One of the pleasures of growing up in the auction business is being able to see fine collections. However, you usually do not see what I saw this morning at John McInnis’ auction gallery in Amesbury, MA; it was a collection of collections.
Robert Rogers, a native and lifelong resident of Byfield, Massachusetts. If you know him, you may know him as “Bob”, “Tubby” or “Tiny”. He has been a staple in the Northeastern part of the Massachusetts antiquing community since the 1960’s. As sophisticated and diverse as this collection is, it holds a sense of whimsy which puts “that” smile on your face.
Sometimes collectors reach a time in their life when they decide to let it all go. His entire house was recently emptied out for the upcoming auction with 1000s of his pieces. When the truck pulled away, he was literally left with only a lamp, a table and a chair. It will be interesting to see if he starts collecting again and what he will collect. I have seen this happen a few times, and it is very hard for someone like Bob to stop when he stumbles upon another treasure.
Stoneware, early rare examples of ovoid jugs, and blue decorated jugs and crocks. One 19th century 2 gallon jug was decorated as a wonderful West Virginia wholesale druggist advertisement.
Clocks, including a David Wood tall case with the 18th c. receipt by the maker, plus a rare moon phase Seth Thomas, banjo clocks and more.
Lighting, including a rare 18th c. time capsule of sorts, a candle lantern that was removed from a New England attic by the collector himself, when opened reveals a candle that was in there for the last 200 years. There is also early American lighting through Victorian, skater’s lamps and more.
Kitchenalia, all kinds of odd contraptions such as a Boston made 19th century mechanical egg timer, that lowers eggs into boiling water and raises them out again when done as well as a large collection of yellow ware.
Doorstops, a large collection of rare examples, and many of them in fine original surface, just like a refined collector loves to find them.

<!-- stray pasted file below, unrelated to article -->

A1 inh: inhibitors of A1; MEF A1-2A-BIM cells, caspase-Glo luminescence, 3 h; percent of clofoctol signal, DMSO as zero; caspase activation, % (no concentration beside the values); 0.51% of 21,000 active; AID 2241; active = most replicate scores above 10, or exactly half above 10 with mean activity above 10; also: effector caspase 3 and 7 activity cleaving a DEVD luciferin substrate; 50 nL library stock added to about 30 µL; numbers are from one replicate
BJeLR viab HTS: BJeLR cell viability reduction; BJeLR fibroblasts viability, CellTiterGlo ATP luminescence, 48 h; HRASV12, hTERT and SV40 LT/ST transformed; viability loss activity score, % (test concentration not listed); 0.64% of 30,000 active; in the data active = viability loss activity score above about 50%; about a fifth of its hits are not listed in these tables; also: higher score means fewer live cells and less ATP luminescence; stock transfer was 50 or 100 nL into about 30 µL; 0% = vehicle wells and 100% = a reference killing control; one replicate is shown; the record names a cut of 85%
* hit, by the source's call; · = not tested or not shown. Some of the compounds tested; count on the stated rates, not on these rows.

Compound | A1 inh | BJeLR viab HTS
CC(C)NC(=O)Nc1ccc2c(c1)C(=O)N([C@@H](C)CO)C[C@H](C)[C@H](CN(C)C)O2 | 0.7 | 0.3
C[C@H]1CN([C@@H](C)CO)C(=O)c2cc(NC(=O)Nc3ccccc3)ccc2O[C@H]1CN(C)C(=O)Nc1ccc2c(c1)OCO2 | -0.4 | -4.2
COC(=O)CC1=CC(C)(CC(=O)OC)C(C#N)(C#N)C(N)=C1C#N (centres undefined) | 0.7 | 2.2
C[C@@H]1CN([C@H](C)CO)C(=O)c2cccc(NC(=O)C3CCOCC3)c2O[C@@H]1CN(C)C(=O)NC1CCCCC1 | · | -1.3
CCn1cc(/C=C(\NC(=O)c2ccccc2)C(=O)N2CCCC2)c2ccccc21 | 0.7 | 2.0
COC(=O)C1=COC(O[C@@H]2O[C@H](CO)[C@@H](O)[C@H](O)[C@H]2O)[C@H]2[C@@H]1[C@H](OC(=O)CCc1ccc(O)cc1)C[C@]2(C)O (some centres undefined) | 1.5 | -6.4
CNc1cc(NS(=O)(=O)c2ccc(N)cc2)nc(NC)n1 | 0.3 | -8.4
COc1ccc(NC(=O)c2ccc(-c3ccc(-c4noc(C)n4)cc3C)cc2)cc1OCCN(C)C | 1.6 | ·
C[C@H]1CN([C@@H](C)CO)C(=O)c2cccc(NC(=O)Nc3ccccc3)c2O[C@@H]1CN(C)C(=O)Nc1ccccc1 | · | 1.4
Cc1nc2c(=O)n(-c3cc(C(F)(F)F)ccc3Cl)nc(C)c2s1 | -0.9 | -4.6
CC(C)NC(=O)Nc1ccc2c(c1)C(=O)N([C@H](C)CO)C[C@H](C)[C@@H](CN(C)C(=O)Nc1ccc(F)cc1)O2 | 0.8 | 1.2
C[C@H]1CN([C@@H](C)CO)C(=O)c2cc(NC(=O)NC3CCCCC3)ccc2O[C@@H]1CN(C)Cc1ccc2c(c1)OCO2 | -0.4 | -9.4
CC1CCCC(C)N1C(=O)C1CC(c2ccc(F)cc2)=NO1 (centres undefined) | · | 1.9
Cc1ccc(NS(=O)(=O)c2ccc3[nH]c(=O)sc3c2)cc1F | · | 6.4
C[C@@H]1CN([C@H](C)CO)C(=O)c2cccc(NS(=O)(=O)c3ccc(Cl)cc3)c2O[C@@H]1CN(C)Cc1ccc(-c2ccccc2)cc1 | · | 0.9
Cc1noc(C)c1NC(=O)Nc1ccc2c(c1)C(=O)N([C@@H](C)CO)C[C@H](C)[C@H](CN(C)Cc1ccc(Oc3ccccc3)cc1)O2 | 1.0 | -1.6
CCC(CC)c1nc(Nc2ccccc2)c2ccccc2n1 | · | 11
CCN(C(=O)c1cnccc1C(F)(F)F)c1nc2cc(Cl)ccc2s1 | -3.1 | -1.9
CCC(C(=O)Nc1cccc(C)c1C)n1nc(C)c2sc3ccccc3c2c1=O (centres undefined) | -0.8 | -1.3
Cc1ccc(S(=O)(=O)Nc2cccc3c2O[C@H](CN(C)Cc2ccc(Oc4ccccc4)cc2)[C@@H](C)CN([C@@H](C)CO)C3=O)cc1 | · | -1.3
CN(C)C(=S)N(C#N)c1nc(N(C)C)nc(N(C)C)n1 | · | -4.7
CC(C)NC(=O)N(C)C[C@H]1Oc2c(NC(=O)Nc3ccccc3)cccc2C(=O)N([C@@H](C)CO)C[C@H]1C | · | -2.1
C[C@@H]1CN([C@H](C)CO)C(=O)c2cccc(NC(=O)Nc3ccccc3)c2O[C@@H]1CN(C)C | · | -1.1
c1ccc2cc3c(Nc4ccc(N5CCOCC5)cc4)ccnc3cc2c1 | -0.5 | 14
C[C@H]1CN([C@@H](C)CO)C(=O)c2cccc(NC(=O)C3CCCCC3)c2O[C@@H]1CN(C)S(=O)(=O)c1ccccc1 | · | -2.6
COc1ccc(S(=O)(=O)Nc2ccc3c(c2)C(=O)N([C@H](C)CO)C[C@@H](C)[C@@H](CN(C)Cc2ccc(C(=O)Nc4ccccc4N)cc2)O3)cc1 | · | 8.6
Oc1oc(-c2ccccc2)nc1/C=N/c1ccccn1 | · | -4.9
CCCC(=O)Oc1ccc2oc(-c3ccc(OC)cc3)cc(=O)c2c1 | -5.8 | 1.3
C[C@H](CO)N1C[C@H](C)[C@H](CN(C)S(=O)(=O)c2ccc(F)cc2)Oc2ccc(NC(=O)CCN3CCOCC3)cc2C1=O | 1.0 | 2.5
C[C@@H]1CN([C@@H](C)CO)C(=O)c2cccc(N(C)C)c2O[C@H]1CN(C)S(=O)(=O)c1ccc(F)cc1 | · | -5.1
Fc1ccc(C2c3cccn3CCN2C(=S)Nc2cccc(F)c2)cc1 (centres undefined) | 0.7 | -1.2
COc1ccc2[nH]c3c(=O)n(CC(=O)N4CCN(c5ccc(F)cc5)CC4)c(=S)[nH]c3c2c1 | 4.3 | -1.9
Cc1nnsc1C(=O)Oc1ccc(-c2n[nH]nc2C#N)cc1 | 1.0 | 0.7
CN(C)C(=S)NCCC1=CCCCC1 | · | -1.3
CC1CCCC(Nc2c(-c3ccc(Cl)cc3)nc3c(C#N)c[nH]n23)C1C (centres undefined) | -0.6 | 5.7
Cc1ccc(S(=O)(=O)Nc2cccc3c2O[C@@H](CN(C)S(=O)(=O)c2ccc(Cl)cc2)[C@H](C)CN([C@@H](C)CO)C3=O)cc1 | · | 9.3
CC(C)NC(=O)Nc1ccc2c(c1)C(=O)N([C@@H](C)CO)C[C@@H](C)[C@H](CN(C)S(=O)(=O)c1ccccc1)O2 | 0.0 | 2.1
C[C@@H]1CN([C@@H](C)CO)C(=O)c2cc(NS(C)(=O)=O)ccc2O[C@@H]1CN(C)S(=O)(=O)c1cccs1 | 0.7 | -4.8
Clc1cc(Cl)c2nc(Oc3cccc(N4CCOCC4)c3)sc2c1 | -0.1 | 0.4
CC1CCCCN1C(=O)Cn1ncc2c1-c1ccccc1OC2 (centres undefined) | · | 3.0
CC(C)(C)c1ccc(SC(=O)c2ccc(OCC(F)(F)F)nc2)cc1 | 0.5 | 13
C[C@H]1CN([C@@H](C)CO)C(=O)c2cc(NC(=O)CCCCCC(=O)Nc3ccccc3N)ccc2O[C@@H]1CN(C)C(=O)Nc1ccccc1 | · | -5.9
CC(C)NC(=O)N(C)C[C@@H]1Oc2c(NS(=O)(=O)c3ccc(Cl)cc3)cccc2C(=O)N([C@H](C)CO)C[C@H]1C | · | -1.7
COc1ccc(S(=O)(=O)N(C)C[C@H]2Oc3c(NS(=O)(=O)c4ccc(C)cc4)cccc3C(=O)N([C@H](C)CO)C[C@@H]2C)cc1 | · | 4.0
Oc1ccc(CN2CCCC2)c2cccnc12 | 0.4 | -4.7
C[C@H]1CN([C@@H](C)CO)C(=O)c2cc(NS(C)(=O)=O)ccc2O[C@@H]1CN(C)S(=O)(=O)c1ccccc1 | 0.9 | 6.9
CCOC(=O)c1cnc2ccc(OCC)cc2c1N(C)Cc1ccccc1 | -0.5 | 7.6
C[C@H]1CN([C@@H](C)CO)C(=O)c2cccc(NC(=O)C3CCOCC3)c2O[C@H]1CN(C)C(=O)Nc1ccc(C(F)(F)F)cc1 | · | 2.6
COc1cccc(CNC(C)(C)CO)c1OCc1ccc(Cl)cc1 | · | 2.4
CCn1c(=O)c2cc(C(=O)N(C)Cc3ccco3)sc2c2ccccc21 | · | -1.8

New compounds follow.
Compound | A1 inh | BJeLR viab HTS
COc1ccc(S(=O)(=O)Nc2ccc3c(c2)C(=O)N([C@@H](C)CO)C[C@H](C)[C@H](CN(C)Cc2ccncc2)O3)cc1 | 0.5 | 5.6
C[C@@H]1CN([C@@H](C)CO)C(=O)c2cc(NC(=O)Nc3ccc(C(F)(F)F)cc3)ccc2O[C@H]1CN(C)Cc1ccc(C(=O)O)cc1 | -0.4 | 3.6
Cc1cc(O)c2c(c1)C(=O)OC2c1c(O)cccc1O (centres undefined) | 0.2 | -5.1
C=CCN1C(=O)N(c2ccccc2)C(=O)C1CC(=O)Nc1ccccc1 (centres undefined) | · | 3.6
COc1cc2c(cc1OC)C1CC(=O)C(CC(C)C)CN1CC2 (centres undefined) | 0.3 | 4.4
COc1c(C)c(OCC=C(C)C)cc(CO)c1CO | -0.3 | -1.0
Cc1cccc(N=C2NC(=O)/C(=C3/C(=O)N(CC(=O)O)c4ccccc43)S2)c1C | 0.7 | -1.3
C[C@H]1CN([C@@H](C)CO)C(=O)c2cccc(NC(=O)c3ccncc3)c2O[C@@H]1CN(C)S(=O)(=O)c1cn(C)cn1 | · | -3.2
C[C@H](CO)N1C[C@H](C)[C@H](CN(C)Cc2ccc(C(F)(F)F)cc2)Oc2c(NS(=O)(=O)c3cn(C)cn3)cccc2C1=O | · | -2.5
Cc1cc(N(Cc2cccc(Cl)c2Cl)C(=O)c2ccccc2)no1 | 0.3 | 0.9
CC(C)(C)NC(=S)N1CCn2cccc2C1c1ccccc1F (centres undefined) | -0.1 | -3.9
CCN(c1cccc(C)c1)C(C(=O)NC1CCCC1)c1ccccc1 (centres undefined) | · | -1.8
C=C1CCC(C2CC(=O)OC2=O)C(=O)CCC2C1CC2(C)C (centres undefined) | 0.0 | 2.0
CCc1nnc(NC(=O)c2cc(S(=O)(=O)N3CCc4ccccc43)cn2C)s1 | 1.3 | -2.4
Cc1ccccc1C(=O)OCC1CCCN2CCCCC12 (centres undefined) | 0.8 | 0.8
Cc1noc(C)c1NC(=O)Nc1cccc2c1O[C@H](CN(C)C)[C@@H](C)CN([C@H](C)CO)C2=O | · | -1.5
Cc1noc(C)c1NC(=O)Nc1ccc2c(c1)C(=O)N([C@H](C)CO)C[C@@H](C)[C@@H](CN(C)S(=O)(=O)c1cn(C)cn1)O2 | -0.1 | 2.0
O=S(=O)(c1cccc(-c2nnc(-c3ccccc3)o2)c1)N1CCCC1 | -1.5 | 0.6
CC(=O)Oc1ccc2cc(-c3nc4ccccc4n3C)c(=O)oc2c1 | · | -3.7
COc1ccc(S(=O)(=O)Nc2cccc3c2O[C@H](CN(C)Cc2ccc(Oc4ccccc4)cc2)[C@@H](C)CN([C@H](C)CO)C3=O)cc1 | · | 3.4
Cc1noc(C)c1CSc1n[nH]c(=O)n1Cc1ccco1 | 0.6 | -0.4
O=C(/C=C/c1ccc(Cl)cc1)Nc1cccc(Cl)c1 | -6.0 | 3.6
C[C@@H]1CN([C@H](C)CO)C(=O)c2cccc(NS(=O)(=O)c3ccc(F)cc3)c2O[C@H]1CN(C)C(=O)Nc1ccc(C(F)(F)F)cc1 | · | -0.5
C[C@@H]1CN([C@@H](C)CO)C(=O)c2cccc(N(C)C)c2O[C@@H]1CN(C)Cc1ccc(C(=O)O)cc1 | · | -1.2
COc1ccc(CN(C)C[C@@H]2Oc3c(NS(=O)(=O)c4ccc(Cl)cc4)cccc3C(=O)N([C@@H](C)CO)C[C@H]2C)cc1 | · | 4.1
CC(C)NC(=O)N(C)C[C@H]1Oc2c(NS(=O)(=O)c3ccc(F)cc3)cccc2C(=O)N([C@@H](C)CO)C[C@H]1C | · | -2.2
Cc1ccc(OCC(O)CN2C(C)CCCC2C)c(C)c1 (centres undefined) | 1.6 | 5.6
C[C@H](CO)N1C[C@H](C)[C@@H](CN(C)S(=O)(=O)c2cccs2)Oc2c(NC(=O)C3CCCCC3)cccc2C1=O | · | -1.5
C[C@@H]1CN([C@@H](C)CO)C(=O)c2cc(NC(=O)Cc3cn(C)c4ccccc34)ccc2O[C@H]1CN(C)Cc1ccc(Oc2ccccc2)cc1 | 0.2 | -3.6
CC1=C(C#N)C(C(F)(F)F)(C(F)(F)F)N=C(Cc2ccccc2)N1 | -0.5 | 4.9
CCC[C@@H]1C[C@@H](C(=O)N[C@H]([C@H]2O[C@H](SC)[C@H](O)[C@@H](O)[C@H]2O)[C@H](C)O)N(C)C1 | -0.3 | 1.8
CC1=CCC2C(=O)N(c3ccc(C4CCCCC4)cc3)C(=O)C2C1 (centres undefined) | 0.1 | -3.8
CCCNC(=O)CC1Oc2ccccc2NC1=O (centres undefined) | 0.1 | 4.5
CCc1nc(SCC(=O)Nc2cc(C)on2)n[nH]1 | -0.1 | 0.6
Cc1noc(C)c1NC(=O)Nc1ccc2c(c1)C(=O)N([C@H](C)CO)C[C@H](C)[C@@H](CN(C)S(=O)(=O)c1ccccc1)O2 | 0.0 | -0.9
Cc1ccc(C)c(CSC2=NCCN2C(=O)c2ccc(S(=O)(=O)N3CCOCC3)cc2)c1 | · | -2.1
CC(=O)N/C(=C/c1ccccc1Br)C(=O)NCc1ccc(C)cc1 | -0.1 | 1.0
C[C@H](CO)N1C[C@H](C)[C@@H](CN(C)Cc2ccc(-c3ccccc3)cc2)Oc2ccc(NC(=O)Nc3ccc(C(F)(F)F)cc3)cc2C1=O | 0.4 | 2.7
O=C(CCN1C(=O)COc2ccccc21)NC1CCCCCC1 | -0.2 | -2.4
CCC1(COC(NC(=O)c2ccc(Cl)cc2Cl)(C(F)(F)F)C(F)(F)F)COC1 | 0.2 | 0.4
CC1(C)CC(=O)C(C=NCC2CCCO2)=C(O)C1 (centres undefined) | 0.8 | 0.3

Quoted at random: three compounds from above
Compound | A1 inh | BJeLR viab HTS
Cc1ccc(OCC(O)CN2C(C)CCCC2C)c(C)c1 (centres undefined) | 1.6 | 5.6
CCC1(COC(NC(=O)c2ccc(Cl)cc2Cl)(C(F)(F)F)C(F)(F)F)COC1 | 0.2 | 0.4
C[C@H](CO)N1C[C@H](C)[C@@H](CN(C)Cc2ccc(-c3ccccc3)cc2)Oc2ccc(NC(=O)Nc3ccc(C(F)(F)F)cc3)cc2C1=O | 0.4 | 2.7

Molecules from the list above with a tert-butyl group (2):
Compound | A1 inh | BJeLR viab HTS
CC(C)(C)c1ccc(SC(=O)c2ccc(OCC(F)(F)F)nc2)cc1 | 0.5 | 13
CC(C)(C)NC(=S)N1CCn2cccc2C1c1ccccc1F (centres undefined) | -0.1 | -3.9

Black Americana, includes a painting of a man protecting his crops from a flock of birds, some carvings and more rare doorstops.
Folk art, one of the finest carved snake canes I have ever seen as well as trade signs and much more.
The collection goes on and on, and what I noticed in the smaller collections was, that he may have one or two of a certain genre, but those few pieces are top-notch.
Being from New England, two of my favorite pieces are a circa 1852 Charlestown, Boston MA 1/4 Plate daguerreotype depicting a firefighter in dress uniform. The subject’s fire hat placed on the table reads “Bunker Hill No. 2″. D. and a wonderful decorated fire bucket with the magical date “1776”, the condition for age does not get any better than this. These buckets were hung just inside the door during Colonial times and often had a ‘valuables’ bag and bed wrench in them. People would grab their silver, and breakdown their beds to move them in the street (beds being the most treasured item of furniture). Then they would form a brigade to the nearest pond or water source and attempt to douse the fire.
Most auctions I am involved in these days have well over 200 hundred separate consignors. This is an exciting collection and a rare one owner auction, not a single piece was added from anyone else. There are no minimum bids or reserves, it is all meant to be sold. In my experience, when the items are a good and rare as they are in this collection, they will sell themselves.
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by Martin Willis
Gemr Community Manager